In an effort to counter the effects of institutional racism on health care and outcomes, national health care advisory bodies have advocated that health care systems promote cultural competency as an organizational strategy.48 National standards for Culturally and Linguistically Appropriate Services have been developed and endorsed by numerous stakeholders, advisory boards, and accrediting agencies, including the U.S. Department of Health and Human Services, Institute of Medicine, National Quality Forum, and the Joint Commission.48–50 Although cultural competency is necessary to bring about the sustained changes needed for health equity, it alone is not sufficient, and interventions at the system level needed to mitigate against institutional racism are multifactorial. These interventions include 1) educating students and staff about bias and the importance of minimizing disparities; 2) making a diverse, multicultural staff an institutional priority; and 3) using change management and quality improvement principles to change the institutional culture to promote a culture of respect.

There are multiple concrete steps health care institutions can take to accomplish these objectives. The importance of education and self-awareness has already been discussed. Health care systems can actively develop and implement diversity and inclusion strategies at all levels. Clinician education should include diversity and culture as crosscutting competencies throughout the training curriculum, and curricula should critically examine issues related to race and ethnicity.51 Professional development also may include role playing and routine feedback for all levels of trainees and faculty in an effort to decrease negative interactions.52 Such development includes teaching the skill of explicitly discussing race and racism and its implications for clinical practice and patient well-being.49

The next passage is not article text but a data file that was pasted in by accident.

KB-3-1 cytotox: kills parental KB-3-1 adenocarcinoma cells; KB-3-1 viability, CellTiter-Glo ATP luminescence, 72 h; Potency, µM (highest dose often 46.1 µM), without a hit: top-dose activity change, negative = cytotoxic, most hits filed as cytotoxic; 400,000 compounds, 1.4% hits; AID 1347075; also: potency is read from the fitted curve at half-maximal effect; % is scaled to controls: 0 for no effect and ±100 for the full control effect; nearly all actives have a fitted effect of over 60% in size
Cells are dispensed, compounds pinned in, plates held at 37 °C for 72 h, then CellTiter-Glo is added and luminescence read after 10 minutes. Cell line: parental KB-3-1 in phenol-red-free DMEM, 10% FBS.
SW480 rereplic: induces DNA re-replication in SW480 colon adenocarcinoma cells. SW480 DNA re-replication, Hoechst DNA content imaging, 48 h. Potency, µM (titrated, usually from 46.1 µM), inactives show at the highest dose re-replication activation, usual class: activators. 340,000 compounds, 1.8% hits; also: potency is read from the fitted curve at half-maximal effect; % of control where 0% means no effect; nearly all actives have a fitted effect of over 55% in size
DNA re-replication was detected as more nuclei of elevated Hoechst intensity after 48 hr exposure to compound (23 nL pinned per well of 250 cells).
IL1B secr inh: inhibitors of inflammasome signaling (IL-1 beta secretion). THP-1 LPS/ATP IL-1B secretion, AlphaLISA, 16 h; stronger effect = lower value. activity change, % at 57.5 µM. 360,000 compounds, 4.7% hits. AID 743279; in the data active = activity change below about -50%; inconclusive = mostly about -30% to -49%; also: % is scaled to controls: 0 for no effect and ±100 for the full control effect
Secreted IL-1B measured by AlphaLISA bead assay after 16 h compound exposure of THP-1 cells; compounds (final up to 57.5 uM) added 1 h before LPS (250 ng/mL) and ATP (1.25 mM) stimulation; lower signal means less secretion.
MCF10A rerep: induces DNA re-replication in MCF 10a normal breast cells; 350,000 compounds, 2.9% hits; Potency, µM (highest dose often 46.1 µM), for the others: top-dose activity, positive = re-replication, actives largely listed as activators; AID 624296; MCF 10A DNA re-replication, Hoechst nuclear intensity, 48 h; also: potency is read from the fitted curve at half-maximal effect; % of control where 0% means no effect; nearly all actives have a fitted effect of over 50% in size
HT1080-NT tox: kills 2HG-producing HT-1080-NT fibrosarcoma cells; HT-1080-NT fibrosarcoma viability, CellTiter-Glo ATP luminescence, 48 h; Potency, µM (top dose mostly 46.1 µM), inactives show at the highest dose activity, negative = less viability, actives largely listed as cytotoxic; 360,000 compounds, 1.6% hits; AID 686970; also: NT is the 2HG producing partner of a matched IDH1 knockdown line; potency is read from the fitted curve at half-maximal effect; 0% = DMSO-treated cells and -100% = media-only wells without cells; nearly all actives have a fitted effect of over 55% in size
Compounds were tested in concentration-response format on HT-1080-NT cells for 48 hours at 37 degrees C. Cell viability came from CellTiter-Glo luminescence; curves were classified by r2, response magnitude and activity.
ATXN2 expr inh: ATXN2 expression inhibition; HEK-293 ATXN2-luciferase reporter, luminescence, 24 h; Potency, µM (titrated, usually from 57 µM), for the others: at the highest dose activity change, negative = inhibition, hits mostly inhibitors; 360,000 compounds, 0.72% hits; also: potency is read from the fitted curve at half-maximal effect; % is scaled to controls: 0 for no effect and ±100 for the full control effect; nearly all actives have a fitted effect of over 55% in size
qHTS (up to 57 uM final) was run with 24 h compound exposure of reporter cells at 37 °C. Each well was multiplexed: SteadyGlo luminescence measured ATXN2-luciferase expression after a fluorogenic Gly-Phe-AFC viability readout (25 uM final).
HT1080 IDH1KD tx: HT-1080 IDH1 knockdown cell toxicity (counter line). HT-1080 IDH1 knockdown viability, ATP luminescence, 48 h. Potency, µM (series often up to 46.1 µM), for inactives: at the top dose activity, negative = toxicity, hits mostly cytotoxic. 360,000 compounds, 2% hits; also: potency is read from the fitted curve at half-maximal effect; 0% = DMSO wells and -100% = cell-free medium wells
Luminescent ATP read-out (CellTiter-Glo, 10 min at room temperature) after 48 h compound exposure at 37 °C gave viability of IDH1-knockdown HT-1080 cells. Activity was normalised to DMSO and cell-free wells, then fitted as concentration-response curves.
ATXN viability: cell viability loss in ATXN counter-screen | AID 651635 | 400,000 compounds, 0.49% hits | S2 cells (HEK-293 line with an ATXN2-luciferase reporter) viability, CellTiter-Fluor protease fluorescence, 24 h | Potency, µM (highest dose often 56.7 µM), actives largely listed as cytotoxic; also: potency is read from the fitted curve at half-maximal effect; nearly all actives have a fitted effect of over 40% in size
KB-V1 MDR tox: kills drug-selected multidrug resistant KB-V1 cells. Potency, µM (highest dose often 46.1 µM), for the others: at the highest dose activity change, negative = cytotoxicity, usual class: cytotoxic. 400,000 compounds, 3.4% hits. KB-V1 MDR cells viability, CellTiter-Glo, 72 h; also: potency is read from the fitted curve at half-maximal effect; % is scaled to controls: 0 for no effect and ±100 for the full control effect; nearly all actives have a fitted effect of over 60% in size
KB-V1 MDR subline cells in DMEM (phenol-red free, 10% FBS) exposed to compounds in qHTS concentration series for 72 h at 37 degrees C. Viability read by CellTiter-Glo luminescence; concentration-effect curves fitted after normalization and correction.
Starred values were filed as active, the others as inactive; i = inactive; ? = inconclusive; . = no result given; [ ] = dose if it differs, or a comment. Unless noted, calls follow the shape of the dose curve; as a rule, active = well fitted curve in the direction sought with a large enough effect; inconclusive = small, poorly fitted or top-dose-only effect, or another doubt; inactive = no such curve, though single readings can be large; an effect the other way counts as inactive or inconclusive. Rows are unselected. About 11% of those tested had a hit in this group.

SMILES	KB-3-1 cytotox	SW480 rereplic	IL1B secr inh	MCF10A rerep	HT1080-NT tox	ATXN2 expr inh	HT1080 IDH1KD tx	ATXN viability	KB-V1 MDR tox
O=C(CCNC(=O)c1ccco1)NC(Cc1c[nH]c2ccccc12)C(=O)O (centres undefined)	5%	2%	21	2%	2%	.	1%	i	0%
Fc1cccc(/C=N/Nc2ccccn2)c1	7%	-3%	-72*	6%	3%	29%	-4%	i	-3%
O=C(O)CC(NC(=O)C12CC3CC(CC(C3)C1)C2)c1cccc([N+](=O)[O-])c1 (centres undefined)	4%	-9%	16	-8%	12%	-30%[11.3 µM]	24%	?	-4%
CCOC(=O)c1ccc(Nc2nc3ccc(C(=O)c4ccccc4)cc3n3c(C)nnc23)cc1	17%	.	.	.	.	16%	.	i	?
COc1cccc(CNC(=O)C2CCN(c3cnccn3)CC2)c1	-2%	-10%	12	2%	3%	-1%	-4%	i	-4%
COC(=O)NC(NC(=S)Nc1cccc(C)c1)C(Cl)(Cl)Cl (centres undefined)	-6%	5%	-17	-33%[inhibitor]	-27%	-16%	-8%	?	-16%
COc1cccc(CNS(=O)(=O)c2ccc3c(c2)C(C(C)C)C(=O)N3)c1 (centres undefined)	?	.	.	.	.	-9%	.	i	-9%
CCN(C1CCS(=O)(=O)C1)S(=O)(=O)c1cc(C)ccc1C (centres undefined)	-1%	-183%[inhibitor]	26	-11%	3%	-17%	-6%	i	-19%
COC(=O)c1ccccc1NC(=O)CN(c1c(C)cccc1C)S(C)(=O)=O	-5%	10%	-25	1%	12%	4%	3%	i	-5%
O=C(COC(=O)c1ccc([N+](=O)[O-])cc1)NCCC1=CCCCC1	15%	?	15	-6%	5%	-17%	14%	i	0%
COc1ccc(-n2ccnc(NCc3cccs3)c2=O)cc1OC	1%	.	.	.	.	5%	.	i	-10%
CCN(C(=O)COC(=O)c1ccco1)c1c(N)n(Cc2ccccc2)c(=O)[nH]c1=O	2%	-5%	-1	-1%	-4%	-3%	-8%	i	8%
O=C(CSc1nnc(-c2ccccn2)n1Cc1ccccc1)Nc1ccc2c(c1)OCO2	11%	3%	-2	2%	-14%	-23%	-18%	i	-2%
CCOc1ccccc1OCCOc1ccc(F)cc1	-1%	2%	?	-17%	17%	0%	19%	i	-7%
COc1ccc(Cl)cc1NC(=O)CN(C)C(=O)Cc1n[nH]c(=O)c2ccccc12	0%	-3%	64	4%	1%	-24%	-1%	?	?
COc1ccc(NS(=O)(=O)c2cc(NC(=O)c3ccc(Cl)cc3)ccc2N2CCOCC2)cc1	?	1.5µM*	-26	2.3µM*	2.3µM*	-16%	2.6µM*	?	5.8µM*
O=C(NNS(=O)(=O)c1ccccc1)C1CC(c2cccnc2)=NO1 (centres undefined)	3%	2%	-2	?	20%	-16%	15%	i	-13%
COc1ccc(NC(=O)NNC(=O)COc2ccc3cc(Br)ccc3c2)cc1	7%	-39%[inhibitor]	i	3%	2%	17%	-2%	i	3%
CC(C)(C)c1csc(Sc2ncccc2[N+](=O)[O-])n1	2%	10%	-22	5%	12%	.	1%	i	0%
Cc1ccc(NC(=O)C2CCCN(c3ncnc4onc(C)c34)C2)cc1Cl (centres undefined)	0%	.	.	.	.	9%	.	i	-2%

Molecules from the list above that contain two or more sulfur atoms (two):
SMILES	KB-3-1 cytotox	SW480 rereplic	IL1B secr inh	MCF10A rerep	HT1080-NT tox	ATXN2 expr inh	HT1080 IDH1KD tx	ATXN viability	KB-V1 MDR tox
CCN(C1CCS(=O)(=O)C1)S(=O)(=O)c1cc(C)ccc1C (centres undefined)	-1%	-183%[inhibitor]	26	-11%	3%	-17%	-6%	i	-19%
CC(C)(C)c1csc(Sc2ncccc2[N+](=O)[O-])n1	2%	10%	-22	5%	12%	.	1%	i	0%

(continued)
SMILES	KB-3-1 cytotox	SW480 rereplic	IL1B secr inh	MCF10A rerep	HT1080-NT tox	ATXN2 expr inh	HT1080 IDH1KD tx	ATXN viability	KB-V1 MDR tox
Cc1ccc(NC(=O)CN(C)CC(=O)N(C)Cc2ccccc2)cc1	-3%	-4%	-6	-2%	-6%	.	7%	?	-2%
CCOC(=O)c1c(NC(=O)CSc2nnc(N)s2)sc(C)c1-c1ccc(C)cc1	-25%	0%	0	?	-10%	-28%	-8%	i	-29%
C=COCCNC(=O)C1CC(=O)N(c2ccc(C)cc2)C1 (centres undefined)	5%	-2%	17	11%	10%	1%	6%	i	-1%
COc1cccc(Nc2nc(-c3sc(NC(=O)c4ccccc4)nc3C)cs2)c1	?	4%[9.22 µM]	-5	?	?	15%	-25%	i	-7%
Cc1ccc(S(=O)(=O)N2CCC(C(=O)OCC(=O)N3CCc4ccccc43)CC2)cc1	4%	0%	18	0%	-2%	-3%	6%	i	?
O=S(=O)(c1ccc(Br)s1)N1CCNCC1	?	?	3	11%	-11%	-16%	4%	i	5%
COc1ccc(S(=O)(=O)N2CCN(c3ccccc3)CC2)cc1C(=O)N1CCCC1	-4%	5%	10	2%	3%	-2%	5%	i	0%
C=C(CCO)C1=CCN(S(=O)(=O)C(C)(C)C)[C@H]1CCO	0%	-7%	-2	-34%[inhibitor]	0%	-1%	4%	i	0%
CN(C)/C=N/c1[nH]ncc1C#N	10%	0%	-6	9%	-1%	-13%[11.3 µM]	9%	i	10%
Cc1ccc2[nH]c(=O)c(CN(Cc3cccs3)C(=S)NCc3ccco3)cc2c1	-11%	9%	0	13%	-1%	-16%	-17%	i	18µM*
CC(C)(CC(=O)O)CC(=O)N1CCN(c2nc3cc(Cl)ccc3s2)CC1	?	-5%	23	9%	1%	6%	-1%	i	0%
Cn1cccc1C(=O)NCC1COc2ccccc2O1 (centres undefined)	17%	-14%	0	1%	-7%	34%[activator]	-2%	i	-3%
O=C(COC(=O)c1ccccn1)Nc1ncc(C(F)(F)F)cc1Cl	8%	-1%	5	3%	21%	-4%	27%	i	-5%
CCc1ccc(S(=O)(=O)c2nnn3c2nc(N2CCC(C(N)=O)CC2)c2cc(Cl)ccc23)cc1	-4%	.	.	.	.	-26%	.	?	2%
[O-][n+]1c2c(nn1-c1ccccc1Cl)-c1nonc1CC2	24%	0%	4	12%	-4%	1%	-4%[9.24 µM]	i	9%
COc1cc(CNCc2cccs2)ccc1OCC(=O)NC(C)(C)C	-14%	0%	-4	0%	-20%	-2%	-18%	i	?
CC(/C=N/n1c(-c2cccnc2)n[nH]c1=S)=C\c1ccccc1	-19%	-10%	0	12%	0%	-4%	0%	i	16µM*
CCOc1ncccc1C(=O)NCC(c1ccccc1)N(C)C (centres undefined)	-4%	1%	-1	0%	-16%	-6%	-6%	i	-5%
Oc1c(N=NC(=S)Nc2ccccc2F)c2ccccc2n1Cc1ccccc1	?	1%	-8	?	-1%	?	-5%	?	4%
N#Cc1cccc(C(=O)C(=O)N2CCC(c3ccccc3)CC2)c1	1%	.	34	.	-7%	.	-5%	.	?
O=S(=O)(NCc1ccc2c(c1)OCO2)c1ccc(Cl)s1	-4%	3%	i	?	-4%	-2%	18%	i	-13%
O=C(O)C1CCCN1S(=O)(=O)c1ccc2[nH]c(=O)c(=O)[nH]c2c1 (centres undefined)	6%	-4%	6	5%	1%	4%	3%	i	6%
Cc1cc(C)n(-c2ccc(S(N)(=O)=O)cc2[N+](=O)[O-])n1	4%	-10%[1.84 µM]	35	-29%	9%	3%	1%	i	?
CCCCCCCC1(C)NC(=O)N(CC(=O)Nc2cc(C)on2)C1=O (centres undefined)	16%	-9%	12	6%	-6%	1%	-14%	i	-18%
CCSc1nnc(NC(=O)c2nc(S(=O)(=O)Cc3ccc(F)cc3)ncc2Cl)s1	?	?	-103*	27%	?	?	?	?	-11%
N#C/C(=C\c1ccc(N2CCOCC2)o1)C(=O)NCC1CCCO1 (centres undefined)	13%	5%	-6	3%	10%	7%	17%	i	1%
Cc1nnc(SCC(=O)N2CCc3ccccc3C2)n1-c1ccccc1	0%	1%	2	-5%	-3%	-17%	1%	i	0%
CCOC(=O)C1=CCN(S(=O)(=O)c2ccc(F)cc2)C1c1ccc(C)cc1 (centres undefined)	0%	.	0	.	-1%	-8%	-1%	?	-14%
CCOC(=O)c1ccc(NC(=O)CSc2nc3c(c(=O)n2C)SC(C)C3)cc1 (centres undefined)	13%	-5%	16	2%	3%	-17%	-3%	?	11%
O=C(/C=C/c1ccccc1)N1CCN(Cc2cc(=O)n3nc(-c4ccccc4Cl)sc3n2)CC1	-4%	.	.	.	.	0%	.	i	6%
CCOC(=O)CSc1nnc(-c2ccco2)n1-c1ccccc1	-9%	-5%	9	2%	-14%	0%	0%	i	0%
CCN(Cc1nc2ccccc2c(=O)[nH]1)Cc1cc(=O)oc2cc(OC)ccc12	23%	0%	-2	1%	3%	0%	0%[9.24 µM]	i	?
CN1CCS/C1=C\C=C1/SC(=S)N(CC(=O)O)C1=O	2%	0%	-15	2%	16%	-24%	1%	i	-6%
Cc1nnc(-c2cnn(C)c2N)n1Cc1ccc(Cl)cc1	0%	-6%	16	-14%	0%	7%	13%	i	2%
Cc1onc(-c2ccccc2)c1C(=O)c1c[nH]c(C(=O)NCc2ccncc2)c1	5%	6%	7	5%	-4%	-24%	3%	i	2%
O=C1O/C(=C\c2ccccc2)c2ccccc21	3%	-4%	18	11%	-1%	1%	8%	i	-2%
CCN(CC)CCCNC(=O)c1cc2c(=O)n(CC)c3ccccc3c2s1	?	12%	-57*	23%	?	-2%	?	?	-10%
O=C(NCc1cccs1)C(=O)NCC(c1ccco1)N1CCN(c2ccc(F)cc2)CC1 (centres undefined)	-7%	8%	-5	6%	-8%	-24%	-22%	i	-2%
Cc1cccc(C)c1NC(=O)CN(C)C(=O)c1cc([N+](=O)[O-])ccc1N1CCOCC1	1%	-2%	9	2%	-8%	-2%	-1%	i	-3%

One hospital system has taken and reported on the challenge to develop a “culture of respect,” and their experience serves as a useful example.53 The hospital leadership developed respect and dignity workgroups to define the scope of the problem and to build the case for urgency. They operationalized the definition of respect as “the actions taken towards others that protect, preserve, and enhance their dignity” and demanded that it should be provided not just to patients, but to visitors and staff as well. Using the existing quality improvement infrastructure, they started tracking complaints and grievances that described “disrespectful experience” and set boundaries for what events required action. These events were tracked quarterly on a dashboard and shared publicly within the institution. Staff members involved were not disciplined for their actions, but were coached on how to prevent future harms.

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Principles of Just and Safe Culture

The approach to reporting discussed previously emphasizes optimizing a culture of reporting and an institutional response that must be perceived as fair. Just culture is defined as a strategic accountability system in which leaders attempt to optimize the balance between individual and system accountability. In a just culture, health care institutions are accountable for the systems they design, and staff, patients, and visitors are accountable for the choices they make within those systems. A just culture supports robust reporting systems, because well-intentioned employees can feel confident that the contents of the report will remain confidential and will lead to reflective system improvements instead of reflexive punishment.54

Currently, just culture is a common institutional strategy used to optimize patient safety, but this approach could support institutional missions of health equity as well. In the context of patient safety, just culture distinguishes between human error and malicious action. Human error is defined as inadvertent action (“doing anything other than what was intended”) and can be expected even among well-intentioned health care providers. The most appropriate institutional response to human error is to focus on health system redesign to reduce or eliminate the possibility of a similar error in the future and to enhance the capacity for recovery.